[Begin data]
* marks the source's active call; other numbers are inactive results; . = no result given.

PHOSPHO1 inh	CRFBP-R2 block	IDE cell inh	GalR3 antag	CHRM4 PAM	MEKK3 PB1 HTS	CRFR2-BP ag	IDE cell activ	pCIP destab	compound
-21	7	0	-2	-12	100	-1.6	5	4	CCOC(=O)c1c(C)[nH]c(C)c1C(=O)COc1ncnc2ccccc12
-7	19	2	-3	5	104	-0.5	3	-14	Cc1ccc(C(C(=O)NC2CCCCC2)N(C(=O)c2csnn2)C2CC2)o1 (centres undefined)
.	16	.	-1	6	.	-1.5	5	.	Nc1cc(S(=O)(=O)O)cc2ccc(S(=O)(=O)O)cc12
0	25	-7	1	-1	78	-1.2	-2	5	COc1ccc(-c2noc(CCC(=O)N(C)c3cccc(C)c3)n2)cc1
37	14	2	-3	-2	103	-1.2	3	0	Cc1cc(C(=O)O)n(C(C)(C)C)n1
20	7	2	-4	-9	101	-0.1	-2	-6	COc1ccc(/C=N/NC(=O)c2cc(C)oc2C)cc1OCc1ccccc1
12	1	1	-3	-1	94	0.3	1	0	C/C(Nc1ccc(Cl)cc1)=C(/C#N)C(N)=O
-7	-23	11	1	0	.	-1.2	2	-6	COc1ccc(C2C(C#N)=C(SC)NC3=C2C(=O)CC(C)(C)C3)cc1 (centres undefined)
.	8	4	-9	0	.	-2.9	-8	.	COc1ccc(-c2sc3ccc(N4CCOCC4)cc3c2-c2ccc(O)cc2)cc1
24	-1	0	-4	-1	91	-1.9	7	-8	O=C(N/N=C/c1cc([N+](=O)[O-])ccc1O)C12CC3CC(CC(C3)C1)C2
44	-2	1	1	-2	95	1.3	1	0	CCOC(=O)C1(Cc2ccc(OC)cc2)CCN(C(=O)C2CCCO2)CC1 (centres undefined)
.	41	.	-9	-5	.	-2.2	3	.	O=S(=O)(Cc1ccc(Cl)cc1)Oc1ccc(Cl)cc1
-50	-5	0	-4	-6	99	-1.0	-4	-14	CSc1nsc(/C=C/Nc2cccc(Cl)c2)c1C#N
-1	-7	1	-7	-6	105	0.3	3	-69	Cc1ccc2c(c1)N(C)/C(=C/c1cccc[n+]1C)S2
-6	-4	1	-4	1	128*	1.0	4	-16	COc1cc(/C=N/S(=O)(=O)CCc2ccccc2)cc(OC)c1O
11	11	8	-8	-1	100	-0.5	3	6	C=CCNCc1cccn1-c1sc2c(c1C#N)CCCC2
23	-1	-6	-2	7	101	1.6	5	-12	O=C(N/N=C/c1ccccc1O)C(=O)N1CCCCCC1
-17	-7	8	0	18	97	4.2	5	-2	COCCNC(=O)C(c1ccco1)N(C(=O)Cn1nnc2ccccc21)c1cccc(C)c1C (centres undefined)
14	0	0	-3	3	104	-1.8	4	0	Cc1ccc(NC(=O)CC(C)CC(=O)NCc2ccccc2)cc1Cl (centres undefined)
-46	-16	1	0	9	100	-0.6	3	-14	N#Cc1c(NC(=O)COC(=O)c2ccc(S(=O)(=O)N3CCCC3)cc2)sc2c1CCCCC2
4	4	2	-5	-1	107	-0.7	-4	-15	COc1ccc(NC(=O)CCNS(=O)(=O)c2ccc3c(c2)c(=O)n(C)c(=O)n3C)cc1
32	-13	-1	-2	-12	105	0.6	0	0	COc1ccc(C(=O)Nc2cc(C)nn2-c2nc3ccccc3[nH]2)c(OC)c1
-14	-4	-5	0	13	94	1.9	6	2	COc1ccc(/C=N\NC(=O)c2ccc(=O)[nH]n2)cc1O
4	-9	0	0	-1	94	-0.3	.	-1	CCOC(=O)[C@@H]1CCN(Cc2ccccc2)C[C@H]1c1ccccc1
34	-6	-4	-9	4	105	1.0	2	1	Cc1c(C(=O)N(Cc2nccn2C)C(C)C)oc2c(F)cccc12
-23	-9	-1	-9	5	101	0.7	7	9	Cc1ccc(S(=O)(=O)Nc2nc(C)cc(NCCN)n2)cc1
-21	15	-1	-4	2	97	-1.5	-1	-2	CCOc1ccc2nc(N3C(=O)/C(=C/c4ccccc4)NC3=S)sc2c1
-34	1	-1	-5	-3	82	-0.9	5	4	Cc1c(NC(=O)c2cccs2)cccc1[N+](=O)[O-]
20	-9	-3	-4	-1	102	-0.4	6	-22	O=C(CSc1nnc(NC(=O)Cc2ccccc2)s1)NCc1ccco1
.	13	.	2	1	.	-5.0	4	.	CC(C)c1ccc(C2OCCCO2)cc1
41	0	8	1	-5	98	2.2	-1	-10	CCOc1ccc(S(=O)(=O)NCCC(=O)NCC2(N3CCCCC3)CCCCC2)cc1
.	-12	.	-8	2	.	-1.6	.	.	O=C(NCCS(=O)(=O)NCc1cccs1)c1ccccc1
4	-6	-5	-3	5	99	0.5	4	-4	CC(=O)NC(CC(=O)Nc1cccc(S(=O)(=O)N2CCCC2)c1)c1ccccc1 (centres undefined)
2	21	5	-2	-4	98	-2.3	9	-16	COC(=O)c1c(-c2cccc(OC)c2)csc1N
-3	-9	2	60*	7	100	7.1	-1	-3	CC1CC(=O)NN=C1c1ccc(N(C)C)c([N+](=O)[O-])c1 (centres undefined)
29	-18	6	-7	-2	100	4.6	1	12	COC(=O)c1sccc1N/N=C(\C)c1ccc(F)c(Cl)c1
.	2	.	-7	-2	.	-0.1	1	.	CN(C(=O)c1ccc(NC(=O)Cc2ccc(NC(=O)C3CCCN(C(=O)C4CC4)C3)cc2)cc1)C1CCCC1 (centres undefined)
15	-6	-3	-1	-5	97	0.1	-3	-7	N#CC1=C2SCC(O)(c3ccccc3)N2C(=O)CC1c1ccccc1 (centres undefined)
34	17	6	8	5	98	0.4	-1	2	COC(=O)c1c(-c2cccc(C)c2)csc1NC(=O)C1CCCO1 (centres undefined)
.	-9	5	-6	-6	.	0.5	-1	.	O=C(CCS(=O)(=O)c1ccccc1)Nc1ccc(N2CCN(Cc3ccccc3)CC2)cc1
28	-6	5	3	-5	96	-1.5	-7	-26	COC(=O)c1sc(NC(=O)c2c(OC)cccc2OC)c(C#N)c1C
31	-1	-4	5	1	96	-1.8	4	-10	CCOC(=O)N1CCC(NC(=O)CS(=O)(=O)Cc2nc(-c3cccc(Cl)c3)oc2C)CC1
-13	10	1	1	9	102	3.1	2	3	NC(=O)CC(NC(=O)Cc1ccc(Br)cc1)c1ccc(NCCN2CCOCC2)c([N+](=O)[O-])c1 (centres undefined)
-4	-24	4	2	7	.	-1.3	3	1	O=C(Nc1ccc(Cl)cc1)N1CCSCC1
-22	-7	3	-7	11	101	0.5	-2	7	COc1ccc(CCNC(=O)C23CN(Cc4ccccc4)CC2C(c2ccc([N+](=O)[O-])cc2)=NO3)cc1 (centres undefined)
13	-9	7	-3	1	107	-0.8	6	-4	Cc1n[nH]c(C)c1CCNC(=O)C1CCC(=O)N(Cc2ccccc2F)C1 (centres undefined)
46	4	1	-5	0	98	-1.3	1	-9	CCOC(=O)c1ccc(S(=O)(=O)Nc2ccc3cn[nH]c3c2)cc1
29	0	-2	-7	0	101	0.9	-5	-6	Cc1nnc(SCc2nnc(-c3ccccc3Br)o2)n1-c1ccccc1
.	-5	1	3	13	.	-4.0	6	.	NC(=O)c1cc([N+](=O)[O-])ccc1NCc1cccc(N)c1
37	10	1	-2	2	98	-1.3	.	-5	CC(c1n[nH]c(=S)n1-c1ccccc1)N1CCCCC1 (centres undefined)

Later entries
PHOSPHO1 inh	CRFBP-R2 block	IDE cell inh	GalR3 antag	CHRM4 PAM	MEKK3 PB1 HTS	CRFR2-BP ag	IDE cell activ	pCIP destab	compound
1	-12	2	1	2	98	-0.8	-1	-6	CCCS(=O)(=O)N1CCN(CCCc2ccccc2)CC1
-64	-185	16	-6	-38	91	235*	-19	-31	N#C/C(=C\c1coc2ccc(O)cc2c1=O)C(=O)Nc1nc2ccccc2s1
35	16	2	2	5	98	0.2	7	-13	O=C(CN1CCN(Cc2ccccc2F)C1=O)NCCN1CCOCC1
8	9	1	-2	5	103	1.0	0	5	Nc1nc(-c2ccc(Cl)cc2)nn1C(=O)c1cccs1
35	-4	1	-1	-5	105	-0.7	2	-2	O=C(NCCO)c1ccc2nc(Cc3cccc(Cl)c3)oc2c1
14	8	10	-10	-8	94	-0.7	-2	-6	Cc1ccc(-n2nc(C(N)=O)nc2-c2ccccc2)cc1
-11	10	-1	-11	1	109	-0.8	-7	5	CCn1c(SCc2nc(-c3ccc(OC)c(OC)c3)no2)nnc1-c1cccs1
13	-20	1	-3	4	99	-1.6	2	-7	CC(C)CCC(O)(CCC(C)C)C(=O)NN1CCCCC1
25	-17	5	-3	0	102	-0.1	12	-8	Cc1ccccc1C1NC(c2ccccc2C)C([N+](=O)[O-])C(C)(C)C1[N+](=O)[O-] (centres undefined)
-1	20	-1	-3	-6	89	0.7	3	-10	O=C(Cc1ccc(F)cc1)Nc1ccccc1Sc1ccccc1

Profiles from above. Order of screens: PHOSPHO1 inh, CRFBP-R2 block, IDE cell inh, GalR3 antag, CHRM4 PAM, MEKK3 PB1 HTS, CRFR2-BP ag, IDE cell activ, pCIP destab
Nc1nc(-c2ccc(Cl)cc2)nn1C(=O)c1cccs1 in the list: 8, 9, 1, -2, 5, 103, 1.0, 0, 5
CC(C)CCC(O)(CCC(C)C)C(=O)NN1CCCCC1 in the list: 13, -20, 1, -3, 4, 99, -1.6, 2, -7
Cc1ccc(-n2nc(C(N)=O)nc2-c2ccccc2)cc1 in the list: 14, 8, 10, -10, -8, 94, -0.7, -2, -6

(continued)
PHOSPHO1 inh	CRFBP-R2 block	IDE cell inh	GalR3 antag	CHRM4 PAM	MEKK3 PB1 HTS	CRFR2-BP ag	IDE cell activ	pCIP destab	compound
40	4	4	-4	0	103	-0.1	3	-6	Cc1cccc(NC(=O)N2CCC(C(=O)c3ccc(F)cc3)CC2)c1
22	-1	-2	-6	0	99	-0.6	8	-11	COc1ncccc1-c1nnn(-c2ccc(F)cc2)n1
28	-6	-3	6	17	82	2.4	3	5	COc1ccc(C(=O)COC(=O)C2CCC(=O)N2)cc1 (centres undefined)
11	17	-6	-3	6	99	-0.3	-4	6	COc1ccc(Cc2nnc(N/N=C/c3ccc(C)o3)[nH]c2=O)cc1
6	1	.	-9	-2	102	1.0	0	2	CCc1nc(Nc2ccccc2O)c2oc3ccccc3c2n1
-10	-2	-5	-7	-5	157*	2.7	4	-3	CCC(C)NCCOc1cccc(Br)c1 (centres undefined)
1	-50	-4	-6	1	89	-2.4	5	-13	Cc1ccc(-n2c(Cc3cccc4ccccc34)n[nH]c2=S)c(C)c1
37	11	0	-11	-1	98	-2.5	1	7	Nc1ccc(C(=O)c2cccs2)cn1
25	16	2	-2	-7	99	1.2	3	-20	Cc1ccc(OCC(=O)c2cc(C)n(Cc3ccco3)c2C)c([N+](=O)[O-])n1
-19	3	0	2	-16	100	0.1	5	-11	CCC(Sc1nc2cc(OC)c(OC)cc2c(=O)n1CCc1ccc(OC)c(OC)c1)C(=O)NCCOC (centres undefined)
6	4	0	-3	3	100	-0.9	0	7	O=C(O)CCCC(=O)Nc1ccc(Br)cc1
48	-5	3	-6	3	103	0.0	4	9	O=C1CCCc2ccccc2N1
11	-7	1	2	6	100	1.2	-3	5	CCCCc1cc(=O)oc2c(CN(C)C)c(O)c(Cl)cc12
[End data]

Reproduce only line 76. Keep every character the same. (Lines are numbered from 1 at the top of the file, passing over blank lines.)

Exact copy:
-10	-2	-5	-7	-5	157*	2.7	4	-3	CCC(C)NCCOc1cccc(Br)c1 (centres undefined)